By Heather Baysa
By Amy Nicholson
By Stephanie Zacharek
By Amy Nicholson
By Stephanie Zacharek
By Simon Abrams
By Michelle Orange
By Alan Scherstuhl
In Larry and Andy Wachowski's Bound, film noir gets one helluva gender-bending. But when the scamming and shooting stop, the genre looks healthier than ever.
Envision Double Indemnity with two Barbara Stanwycks, no Fred MacMurray and a couple of enflamed lesbian love scenes. Throw in a briefcase stuffed with 2 million bucks of Chicago mob money, a four-pack of macho goombahs who see women as ornaments and a couple of adjoining apartments separated by paper-thin walls. The ingredients add up to an exciting, keen-edged thriller nourished by an inventive character twist and some very clever writing. If Bound is what neo neo-noir is coming to, then we like the drift.
Enter the heroines. Violet (Jennifer Tilly) is a purring, satin-swaddled Mafia moll with a difference; she puts up with her volatile, demanding "boyfriend" Caesar (Joe Pantoliano) only because he pays the freight and because he'll one day provide the chance for a big score. Corky (Gina Gershon) is the classic outsider, like John Garfield's drifter in The Postman Always Rings Twice, who's drawn by lust into a larcenous plot. Plumber, grease-stained handywoman and ex-con, Corky wears a curled-lip sneer on her face and a shell around her heart. But when next-door neighbor Violet turns up the heat, this underdog pair are as hot to get into each other's pants as they are to empty the local godfather's pockets. Jesse Helms may not like it, but Violet and Corky are the most appealing pair of adventuresses since Thelma and Louise took that header into the Grand Canyon. They also hope to be a lot richer.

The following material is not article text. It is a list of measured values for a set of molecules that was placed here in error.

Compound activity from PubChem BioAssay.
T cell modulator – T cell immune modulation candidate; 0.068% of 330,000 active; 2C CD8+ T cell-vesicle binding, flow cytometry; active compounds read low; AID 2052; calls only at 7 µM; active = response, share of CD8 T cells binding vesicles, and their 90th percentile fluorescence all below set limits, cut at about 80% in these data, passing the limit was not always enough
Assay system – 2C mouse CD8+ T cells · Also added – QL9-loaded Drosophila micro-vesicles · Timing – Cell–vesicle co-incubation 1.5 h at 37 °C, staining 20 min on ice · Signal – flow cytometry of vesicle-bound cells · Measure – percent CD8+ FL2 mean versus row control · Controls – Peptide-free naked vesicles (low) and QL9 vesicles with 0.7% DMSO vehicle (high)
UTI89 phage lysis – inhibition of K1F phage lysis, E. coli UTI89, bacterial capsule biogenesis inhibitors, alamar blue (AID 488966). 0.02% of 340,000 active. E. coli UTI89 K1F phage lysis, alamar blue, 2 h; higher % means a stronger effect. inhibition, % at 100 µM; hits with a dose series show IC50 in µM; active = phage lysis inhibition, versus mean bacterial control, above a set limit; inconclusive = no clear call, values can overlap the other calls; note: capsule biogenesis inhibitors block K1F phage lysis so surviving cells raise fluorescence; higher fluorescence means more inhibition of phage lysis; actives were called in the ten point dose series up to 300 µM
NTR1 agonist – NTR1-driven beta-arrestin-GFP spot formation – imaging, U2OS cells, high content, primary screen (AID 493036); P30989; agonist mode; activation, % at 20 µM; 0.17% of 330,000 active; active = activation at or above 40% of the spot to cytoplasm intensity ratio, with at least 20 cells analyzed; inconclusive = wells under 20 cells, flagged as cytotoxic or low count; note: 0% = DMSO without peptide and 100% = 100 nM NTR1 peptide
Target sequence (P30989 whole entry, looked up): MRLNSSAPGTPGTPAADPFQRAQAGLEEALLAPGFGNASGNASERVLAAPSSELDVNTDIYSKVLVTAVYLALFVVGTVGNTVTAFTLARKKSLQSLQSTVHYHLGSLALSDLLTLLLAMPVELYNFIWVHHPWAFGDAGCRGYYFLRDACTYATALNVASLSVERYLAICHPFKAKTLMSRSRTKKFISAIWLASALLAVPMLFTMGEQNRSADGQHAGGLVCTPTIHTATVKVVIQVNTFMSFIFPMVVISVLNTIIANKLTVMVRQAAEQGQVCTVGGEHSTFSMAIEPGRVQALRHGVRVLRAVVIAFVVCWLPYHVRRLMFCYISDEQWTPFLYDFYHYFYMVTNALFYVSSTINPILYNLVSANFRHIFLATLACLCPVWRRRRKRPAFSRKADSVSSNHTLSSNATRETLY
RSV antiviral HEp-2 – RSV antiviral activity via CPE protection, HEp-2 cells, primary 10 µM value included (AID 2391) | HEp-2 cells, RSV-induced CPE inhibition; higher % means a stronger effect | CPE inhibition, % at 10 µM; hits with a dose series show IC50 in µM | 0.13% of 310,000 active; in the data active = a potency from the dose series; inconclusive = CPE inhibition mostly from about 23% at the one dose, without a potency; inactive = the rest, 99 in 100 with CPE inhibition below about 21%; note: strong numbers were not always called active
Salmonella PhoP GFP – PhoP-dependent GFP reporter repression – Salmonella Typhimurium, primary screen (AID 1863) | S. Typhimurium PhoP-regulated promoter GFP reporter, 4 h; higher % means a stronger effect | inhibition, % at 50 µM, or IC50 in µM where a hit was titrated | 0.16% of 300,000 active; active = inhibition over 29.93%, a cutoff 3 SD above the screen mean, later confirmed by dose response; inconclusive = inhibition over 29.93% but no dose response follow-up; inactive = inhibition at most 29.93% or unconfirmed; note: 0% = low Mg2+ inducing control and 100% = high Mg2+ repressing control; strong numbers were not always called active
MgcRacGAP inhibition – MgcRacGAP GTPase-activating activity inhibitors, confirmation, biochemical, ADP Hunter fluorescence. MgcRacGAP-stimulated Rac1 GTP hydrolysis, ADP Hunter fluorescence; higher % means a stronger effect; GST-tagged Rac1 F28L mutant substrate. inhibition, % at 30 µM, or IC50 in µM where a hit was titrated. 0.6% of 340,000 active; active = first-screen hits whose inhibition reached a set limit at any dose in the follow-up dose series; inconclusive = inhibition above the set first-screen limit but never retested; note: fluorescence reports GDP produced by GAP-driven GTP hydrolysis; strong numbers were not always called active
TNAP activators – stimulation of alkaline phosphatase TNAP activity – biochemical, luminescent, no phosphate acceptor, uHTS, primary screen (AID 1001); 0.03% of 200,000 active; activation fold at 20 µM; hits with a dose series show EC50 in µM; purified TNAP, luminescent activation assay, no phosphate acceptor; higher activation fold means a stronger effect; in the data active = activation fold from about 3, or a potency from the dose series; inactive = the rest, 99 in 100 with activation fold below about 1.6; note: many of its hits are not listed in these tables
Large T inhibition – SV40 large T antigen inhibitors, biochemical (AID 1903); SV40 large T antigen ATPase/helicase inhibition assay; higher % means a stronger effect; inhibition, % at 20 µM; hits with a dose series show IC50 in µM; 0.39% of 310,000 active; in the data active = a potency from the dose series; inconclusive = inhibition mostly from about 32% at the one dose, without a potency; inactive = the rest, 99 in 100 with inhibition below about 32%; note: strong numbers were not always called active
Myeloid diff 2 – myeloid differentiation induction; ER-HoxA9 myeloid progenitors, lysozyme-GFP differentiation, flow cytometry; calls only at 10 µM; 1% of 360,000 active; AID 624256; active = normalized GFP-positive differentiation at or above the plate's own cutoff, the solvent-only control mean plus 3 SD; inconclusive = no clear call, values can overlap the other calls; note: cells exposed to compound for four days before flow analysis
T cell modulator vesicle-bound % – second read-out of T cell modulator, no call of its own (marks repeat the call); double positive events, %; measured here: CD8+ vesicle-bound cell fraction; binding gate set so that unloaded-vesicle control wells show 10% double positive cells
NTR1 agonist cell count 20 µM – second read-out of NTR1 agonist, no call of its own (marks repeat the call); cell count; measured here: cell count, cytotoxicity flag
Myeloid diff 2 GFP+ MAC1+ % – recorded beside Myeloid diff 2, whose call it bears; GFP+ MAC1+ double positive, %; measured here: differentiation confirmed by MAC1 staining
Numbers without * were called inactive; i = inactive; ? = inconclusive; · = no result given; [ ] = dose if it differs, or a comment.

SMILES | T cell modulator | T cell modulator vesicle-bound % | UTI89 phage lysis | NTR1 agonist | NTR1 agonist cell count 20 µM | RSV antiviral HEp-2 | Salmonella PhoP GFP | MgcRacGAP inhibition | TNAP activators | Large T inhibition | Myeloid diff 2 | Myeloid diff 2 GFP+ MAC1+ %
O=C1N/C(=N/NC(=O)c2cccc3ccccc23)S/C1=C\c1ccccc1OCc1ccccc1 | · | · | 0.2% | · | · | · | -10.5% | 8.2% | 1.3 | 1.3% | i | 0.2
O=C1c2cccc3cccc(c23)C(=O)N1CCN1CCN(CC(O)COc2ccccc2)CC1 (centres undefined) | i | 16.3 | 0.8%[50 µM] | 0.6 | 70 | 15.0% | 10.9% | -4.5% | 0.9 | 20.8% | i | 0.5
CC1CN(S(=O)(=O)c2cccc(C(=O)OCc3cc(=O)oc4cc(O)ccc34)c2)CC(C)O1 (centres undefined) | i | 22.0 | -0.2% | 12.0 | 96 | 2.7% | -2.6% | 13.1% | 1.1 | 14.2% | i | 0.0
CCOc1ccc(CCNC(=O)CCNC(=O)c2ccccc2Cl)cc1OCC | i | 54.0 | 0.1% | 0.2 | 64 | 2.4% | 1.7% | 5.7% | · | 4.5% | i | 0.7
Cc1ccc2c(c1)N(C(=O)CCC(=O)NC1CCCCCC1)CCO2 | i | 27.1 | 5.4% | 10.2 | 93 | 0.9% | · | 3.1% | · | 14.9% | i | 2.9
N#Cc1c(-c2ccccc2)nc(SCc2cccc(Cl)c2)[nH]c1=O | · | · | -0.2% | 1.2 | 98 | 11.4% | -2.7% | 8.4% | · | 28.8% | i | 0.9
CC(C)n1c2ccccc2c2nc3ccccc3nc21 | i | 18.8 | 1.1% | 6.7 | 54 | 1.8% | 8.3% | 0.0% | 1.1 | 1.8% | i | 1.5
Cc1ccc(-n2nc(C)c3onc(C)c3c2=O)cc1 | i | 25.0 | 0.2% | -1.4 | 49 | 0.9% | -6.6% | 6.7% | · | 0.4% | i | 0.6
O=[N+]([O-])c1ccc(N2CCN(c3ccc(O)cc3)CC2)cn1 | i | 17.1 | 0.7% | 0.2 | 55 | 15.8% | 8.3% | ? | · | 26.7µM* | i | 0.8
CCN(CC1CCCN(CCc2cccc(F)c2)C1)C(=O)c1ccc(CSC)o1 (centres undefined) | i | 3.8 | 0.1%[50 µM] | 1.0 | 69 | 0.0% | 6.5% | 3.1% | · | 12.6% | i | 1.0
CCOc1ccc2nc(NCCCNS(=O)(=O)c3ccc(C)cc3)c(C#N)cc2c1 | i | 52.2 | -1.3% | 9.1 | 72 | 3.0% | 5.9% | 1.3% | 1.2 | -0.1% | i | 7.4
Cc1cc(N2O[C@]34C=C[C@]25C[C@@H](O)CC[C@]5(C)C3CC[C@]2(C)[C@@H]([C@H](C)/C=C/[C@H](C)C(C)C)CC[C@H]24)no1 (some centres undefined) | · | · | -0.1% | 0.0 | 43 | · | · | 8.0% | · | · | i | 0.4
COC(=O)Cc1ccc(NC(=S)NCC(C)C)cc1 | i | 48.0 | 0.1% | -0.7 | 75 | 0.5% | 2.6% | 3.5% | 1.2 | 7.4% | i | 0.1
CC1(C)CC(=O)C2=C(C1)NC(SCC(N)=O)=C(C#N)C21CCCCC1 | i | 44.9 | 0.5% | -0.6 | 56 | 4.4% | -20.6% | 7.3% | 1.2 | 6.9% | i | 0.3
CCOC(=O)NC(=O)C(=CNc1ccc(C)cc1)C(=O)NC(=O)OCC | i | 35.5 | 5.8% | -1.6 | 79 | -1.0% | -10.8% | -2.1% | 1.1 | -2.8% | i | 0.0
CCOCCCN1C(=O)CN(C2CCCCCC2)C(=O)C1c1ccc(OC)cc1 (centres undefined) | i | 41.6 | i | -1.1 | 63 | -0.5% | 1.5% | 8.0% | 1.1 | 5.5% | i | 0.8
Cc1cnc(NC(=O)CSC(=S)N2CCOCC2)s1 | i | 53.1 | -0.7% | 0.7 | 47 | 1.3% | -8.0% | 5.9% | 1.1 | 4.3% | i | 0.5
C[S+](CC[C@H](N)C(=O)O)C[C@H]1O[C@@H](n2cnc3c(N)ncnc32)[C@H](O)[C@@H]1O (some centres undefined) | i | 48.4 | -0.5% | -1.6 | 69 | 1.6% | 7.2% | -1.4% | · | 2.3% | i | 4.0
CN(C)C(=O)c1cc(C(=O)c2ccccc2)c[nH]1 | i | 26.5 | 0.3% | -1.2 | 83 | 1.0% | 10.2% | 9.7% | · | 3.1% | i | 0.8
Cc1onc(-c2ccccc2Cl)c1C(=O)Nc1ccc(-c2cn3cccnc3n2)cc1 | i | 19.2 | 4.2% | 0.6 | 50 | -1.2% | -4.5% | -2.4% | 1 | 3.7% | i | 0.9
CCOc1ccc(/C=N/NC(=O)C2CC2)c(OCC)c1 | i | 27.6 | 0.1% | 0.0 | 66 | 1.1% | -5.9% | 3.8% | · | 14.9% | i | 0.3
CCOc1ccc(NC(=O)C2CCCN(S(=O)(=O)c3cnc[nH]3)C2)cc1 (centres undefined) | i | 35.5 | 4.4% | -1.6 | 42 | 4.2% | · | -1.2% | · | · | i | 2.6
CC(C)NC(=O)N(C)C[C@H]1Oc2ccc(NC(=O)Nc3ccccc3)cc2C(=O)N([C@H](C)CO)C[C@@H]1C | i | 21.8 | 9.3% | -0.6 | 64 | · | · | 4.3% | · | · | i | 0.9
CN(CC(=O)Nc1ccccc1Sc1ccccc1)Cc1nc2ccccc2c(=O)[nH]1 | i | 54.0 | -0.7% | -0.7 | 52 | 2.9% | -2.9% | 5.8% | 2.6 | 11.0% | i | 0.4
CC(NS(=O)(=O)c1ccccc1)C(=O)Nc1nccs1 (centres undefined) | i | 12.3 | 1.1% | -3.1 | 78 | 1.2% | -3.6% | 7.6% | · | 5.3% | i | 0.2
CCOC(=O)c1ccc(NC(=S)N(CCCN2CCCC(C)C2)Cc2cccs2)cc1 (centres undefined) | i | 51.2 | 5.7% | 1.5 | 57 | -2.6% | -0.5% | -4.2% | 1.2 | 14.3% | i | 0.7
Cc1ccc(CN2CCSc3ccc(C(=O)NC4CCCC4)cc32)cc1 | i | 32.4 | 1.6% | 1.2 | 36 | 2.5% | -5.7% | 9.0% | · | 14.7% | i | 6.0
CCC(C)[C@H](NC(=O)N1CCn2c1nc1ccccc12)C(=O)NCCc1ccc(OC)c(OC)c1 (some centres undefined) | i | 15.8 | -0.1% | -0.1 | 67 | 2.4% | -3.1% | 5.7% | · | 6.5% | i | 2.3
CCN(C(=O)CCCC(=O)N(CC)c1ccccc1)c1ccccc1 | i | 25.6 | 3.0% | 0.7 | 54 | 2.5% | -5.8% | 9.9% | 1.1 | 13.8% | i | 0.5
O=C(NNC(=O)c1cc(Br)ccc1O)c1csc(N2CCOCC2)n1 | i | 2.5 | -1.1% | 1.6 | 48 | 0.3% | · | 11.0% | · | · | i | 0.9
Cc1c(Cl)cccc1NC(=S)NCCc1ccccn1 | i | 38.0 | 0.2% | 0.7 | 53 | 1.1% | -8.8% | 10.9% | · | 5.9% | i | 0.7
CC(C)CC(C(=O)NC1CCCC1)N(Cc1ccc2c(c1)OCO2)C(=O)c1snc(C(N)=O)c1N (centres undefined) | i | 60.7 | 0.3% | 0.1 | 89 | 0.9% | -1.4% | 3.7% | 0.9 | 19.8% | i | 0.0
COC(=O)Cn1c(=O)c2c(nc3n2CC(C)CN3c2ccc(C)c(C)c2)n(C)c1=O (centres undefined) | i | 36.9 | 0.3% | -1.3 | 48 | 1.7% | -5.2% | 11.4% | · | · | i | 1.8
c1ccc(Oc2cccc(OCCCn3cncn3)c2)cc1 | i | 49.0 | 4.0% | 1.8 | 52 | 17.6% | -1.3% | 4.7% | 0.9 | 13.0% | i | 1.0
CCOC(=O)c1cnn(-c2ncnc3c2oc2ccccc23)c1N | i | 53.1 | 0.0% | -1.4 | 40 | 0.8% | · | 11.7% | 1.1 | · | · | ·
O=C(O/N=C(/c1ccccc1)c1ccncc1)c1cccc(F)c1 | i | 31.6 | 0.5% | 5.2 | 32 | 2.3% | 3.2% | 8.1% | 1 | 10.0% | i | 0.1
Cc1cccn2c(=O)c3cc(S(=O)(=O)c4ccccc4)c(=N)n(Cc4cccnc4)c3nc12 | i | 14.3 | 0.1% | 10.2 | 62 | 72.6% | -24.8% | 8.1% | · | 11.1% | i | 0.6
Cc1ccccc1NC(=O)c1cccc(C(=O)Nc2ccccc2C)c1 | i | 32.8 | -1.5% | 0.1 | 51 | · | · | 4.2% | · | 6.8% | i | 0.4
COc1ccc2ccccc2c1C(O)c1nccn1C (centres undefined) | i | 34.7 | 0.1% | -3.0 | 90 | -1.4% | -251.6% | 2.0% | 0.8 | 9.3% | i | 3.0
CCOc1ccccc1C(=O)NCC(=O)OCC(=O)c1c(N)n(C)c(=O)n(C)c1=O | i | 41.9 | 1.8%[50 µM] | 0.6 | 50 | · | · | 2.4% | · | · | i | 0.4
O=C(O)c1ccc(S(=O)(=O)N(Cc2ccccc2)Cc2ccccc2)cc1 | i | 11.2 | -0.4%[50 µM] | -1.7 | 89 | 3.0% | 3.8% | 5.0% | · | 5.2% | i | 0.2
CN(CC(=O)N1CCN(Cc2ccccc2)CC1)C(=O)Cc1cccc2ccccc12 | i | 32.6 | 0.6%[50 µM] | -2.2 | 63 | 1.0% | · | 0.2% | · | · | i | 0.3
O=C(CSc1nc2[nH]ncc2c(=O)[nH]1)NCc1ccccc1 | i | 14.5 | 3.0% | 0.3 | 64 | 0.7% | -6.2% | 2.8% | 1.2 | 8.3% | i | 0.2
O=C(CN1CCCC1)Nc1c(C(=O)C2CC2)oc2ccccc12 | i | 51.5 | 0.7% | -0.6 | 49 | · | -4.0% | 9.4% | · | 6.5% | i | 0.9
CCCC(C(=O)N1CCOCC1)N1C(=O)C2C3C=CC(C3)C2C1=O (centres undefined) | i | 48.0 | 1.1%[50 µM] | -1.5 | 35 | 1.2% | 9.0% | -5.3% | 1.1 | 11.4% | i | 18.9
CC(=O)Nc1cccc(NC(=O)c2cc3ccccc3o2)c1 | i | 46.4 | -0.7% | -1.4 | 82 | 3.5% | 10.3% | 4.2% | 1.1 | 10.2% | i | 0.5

The brothers Wachowski, Chicago boys who share a dark sense of humor and an unerring instinct for when to snip off a mobster's finger with a pair of garden shears, have absorbed Billy Wilder as well as Quentin Tarantino. So once their cool, scheming women plant hooks in the mob tough guys (John P. Ryan, Christopher Meloni, Richard Sarafian) via the hotheaded Caesar, we can all sit back and delight in the elaborations, and the improvisations, of their fiendish plan.
Like many first-time directors, the Wachowskis go in for a lot of visual trickery--bizarre camera angles, frame-filling closeups of gun barrels and self-conscious mixtures of white paint and blood. But the Sapphic twist in their story is more than a hip gimmick or a simple inversion of our expectations: If you're looking for some really powerful feminist revenge fantasy, skip the honeyed cuteness of The First Wives Club and catch Bound. The film's sisterhood is even more potent than its sinister wallop--or its sex.
It's hard to imagine actors having a better time than Tilly, who played Olive in Bullets Over Broadway, and Gershon, recently freed from Vegas and the disastrous Showgirls. We can't wait to see Violet and Corky take down Pantoliano's strutting Caesar, who might remind you of a young Jack Nicholson with a very bad attitude, and the lunk-headed Johnny Marzzone, a thug whose brains are all below his belt. But can they do it? You never know in the dangerous world of film noir.
The Wachowskis sprinkle some terrific comic ironies through their movie, none better than the spectacle of Caesar, the Mafia money launderer, forced to spend an entire night literally washing a huge, bloodstained cache of hundred-dollar bills, then ironing them. In terms of the role reversals and gender-bender games that underpin Bound, such details are priceless. So is this smart, liberating, thoroughly entertaining caper--a movie fit for any woman's or man's most wicked bout of desire.
Bound. Written and directed by Larry and Andy Wachowski. With Jennifer Tilly, Gina Gershon, Joe Pantoliano and John P. Ryan.
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